On this day in 1921, Congress named the wonderful western border of Arizona the Colorado River. Originally called the Grand River, the Colorado River continues to be a major part of all aspects of life in the West. Understanding the demands on the river, and how to meet them in a sustainable and responsible manner are national issues being addressed in a variety of ways.
This week, water professionals from around the state, Marana Water Director John Kmiec included, are attending the annual state WateReuse Conference in Flagstaff. During these few days, presentations are made on potable reuse applications, advancements in technology, public outreach, and much more.
The conference is presented by the Arizona section of the national WateReuse organization. Their mission is to "educate policymakers and the public about the benefits of water reuse and to advocate for laws, policy and funding to increase water reuse." Water reuse is exactly what it sounds like, recycling water to be used again in another capacity. This water is typically treated domestic wastewater and used more than once before passing back into the water cycle. Places that participate in water reuse are replicating the water cleaning process faster than the water cycle, therefore allowing the water to be used again more quickly. Reuse options include water that is unsafe to drink but can be used for irrigation or industrial use, mixing the recycled water with other sources such as rivers or reservoirs before being reused, or purified to meet drinking water guidelines. For more information on potable reuse in Arizona, watch the video above.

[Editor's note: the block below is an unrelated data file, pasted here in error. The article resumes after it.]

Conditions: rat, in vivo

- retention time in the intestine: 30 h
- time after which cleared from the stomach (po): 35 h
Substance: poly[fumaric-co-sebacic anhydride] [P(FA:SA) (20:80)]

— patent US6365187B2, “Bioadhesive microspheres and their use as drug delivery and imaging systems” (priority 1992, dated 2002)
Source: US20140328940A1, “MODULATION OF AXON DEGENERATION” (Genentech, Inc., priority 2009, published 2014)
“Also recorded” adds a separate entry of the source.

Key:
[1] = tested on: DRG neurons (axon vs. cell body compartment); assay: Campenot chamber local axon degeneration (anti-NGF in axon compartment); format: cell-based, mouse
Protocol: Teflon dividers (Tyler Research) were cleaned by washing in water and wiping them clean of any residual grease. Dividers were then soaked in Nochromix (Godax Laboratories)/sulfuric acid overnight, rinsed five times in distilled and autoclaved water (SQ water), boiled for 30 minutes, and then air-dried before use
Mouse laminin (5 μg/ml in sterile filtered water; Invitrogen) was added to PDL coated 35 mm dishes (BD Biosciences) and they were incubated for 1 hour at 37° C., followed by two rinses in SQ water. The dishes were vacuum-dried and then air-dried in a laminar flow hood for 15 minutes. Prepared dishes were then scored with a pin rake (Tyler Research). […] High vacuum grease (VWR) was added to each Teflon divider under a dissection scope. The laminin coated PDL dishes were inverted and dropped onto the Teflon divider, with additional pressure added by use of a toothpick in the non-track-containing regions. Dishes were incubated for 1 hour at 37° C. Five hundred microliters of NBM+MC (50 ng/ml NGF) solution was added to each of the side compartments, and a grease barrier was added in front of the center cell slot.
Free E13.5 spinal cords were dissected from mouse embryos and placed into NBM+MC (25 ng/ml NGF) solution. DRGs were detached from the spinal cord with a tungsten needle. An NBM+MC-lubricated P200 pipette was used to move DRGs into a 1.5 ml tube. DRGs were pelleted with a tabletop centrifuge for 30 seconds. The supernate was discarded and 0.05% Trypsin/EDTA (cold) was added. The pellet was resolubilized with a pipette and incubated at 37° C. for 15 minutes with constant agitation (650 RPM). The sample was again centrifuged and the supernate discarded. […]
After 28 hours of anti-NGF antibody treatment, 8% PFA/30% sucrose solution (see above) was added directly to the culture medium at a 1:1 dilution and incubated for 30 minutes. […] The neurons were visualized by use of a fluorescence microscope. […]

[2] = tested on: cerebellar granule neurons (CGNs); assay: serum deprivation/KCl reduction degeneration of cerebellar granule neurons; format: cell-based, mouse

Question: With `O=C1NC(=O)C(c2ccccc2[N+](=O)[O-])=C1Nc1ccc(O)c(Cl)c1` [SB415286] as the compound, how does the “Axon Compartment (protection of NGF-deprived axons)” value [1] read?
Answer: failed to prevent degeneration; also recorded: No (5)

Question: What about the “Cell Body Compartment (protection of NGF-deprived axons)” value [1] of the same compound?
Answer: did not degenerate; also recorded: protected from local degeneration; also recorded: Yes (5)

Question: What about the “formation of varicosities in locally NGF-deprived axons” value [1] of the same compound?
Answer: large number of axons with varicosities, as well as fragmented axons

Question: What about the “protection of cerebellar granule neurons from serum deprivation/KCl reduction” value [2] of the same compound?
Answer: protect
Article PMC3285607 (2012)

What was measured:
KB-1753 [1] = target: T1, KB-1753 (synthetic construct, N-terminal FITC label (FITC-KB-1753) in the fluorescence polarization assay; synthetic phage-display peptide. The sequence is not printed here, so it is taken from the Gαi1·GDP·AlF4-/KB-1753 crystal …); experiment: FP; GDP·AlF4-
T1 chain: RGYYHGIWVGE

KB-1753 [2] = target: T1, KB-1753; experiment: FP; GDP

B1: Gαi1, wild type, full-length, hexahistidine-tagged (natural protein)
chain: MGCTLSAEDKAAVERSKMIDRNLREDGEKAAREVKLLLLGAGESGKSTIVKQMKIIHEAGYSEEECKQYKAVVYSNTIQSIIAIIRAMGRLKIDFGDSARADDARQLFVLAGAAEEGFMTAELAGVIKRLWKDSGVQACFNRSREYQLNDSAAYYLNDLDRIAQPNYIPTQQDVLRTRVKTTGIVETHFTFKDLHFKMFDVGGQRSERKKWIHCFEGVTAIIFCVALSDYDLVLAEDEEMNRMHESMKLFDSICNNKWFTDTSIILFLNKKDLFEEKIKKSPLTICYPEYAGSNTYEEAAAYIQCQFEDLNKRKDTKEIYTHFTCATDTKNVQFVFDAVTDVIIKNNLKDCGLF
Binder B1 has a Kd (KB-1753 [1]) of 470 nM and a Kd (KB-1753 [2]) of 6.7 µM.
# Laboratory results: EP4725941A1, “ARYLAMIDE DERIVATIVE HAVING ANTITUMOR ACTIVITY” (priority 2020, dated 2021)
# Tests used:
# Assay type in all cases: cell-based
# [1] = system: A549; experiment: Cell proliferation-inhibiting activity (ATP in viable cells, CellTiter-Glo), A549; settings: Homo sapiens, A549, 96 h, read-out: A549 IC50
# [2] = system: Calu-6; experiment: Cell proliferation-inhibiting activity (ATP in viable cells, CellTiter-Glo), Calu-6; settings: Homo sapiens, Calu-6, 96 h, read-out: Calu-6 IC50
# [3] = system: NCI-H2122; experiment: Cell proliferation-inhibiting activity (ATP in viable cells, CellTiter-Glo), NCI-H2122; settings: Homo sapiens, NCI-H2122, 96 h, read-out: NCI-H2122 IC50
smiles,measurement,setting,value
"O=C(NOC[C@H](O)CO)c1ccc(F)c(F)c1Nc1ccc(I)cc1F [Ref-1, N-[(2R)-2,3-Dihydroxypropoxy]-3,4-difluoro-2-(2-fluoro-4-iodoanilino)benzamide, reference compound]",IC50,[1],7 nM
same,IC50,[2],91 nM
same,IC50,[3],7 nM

At this year's conference, Mr. Kmiec is presenting on the history of water resources in Marana, and how the department is continually searching for renewable resources to serve our customers. The Town provided water service beginning in 1990, seven years before the water department was founded. Beginning with approximately 500 customers, the department now serves over 6,500 water and over 2,500 wastewater customers. Initially, Marana water only had an allocation of 47 acre-feet (AF) from the Central Arizona Project (CAP). This water was transferred from the Cortaro-Marana Irrigation District when the department took over some of the service area. Until the mid-2000s, groundwater was used to supplement this supply until a second transfer of 1,481af. This transfer from the Flowing Wells Irrigation District brought the renewable supply for the department to 1,528af, which is where the CAP allocation for the department is today.
The CAP allocation is a vital renewable part of the water portfolio, and incorporating water reuse processes will only expand this renewable portion. Marana Water is in development of an effluent recharge basin project that will allow for treated wastewater to be introduced into the aquifer in Marana.
Using aquifer recharge basins for groundwater replenishment is one method of reusing water. Others forms of water reuse include agricultural or turf irrigation, industrial process water, and surface water replenishment. Treatment technologies such as advanced oxidation, dual media filtration, granular activated carbon, ozonation, and reverse osmosis. Each of these processes treat water differently, but the outcome is very similar; water that has been processed and ready to be treated for reuse. To learn more about these different procedures to produce and to reuse water, and about the WateReuse organization, click here.
Water reliability and sustainability are tenets of the Marana Water mission. Ensuring an affordable renewable water supply is part of every strategic discussion made. Working closely with state agencies, regional water providers, and our water resources coordinator, Marana Water is dedicated to securing water supplies to sustain the Town's future growth planning.